What Nicola’s looking forward to.

Nicola’s background in emergency medicine gave her a strong commitment to the importance of evidence-based practice. “I’ve tried to bring that commitment into my Medical Aesthetics practice, but it hasn’t always been easy, just with the lack of true evidence-based support that has traditionally been available.”

But, according to Nicola, that’s starting to change for the better. “Now, there’s more and more available every month, from medical journals to peer-reviewed studies. Evidence-based medicine is giving us the best source of how we should continue to evolve and move forward in Medical Aesthetics.”

At Spark, we think you can never learn too much about safety.

Check out our other Facial Injector Training series articles:

  • Julie Bass Kaplan’s, FNP-BC, NP-C, MSN, CANS, CPSN, HCMT, PHN, advice about making patient safety a whole mindset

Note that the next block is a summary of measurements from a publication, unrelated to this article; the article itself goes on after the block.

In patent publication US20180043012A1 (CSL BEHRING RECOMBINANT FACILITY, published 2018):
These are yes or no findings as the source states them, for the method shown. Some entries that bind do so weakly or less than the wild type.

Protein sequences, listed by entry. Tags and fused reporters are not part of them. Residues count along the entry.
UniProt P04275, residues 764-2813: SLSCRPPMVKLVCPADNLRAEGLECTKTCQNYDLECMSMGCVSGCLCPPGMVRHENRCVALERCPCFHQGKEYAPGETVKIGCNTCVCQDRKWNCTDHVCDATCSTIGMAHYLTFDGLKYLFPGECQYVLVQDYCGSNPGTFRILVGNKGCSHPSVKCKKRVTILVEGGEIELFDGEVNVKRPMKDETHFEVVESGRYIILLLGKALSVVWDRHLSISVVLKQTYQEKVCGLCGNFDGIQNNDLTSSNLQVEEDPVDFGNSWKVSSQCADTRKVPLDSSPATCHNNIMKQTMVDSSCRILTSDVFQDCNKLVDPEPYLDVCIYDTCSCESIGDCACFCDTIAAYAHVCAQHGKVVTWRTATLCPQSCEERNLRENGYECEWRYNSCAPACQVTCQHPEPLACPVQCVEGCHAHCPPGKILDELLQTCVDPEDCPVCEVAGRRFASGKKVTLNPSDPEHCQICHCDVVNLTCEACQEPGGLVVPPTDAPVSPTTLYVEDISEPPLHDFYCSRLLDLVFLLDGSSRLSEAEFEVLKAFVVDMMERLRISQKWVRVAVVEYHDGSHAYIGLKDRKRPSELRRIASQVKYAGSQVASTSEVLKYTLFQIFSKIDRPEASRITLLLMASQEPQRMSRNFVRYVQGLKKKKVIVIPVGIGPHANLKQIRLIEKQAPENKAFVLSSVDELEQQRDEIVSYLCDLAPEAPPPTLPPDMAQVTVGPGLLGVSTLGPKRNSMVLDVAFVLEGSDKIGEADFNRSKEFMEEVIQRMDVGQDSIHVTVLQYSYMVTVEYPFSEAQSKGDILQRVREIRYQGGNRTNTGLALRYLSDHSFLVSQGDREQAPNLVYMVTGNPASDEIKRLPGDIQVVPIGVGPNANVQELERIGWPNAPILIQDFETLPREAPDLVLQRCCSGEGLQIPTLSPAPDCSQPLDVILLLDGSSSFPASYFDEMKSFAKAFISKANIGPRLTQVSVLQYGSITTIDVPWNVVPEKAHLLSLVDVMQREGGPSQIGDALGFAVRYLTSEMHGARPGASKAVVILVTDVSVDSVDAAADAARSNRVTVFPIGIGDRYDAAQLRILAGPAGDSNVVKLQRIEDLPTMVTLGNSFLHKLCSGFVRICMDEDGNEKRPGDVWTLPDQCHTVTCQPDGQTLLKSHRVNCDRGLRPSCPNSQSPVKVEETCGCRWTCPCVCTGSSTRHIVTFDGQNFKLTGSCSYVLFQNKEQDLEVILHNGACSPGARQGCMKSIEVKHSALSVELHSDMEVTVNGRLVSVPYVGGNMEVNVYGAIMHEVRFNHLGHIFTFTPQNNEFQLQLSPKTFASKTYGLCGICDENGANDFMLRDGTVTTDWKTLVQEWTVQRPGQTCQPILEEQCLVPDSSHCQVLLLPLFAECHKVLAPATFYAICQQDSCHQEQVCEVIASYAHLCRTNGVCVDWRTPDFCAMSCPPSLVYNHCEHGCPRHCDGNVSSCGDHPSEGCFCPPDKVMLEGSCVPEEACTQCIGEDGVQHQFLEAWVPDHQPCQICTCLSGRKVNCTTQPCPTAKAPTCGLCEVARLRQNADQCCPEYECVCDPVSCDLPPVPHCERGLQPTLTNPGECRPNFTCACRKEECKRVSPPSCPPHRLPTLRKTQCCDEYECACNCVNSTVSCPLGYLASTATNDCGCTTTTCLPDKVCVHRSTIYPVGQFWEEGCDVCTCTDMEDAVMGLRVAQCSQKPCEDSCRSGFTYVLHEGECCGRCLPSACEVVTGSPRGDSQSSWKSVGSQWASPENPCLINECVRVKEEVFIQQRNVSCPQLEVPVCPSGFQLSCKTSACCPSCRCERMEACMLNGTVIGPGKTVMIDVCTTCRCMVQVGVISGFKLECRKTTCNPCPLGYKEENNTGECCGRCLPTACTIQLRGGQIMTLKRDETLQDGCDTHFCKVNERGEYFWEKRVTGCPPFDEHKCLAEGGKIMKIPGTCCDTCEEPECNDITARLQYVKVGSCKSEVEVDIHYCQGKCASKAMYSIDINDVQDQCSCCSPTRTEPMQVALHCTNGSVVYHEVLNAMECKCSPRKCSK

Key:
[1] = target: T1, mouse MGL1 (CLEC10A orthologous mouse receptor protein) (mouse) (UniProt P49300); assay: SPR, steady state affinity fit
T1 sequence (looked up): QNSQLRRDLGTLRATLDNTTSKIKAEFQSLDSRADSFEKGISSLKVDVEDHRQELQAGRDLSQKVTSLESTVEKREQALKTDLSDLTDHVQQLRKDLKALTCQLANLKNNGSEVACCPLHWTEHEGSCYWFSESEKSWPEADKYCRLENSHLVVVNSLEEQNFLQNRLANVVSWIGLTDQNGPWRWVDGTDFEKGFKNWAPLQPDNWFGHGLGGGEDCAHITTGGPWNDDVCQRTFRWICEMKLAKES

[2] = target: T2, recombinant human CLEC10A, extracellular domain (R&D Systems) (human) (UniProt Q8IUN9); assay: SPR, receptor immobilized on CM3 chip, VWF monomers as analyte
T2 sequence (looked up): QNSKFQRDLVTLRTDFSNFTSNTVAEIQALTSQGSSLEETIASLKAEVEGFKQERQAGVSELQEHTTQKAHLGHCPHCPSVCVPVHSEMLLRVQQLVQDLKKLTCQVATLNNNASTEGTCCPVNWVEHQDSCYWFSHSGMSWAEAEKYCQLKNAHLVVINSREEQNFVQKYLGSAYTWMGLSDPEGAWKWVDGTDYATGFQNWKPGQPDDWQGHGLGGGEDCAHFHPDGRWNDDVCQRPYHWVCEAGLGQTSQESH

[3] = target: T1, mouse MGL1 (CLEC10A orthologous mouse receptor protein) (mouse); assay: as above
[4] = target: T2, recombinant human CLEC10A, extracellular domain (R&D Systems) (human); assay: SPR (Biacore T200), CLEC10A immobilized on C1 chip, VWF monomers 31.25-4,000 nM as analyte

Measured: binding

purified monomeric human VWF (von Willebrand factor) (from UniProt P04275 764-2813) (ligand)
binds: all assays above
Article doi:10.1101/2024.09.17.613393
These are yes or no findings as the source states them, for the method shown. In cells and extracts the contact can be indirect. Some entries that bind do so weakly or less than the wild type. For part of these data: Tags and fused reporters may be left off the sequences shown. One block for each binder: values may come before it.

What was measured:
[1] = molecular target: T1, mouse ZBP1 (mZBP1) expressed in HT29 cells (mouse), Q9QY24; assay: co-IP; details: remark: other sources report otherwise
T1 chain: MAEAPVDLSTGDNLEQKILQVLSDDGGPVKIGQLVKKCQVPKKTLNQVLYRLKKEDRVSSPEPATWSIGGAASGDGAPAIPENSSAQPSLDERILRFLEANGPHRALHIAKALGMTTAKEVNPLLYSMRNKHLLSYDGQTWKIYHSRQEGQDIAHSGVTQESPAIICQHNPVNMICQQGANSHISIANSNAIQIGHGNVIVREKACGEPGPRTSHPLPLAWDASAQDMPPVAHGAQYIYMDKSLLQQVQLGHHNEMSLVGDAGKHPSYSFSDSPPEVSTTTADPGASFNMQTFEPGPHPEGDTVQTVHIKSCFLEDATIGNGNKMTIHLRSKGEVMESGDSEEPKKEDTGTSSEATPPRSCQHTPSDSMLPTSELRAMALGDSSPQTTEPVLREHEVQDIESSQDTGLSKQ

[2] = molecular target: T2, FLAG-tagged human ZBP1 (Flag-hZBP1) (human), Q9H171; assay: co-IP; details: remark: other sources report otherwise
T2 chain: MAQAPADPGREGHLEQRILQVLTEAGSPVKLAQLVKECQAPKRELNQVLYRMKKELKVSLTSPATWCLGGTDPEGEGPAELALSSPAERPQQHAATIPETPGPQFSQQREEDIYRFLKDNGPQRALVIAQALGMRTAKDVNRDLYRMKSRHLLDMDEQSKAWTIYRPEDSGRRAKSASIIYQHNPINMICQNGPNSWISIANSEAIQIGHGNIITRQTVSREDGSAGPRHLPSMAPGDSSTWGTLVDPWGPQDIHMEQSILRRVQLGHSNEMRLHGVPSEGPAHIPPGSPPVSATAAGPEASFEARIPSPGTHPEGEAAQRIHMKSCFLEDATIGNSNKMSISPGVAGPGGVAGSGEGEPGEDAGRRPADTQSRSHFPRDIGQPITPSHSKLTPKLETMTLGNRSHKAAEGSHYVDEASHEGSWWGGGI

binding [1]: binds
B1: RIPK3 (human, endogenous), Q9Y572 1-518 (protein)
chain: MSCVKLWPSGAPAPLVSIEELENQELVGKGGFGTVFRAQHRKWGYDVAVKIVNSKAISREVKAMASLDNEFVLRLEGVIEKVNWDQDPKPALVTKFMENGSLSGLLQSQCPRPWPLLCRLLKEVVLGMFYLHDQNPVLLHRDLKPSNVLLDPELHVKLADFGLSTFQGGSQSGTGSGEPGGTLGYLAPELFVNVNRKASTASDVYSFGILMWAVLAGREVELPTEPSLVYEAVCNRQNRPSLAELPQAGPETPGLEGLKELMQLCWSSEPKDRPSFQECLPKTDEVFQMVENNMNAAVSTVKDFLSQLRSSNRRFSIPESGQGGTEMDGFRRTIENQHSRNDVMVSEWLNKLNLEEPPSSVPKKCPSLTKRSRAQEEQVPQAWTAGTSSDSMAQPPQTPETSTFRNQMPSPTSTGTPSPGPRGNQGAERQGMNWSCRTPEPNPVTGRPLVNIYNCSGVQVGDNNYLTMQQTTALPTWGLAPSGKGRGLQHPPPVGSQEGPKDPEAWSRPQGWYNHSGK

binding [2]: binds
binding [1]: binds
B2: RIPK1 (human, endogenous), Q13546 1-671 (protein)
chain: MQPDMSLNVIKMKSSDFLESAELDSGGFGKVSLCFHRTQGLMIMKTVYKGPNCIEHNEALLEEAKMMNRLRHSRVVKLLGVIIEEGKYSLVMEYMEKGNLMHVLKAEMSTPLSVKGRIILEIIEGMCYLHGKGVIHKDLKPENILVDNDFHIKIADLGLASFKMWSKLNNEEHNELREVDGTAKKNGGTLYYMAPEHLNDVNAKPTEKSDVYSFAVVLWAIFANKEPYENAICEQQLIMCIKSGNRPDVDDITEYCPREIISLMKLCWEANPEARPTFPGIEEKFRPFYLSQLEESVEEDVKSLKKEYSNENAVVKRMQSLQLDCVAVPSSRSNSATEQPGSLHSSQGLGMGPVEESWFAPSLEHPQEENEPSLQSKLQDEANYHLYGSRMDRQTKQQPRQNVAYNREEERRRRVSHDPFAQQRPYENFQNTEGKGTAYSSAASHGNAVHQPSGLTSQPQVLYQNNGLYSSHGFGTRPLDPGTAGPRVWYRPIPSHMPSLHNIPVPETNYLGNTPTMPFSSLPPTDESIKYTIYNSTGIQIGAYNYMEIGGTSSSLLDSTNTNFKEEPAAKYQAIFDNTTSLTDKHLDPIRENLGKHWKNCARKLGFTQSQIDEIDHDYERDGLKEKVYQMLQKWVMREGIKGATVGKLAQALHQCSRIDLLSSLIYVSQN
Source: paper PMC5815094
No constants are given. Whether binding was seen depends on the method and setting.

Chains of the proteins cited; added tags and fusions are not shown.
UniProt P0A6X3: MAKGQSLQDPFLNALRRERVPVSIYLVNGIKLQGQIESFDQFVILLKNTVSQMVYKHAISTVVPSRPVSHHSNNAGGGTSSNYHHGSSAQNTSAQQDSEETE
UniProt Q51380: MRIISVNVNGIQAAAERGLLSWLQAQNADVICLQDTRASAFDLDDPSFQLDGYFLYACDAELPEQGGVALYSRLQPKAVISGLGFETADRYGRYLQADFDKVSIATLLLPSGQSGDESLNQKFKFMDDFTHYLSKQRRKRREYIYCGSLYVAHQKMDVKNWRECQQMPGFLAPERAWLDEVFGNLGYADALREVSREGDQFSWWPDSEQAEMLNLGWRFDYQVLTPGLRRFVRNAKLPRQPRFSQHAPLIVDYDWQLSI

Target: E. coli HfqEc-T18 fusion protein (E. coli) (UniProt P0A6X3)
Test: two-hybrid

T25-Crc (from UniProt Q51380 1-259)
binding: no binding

• Leslie Fletcher’s, MSN, RN, AGNP-BC, unique take on the role mental health screenings play in patient safety
Facial Injector Training: Safety First With Nicola Lowrey


About Nicola Lowrey, PA-C

Nicola Lowrey is an advanced aesthetic injector and nationally certified physician assistant with over 18 years of experience in the industry. She started her own practice in Manhattan Beach, California, to provide the safest clinical Medical Aesthetics treatment for her patients. Nicola is a national trainer of aesthetic injectors and consistently attends advanced trainings all over the world to make sure that what she shares with her students encompasses the most up-to-date education, to truly advance her trainees’ practice. Additionally, she has written a soon-to-be-published comprehensive textbook focused on aesthetic injector–specific anatomy. Nicola graduated from the Keck School of Medicine of USC in 2003.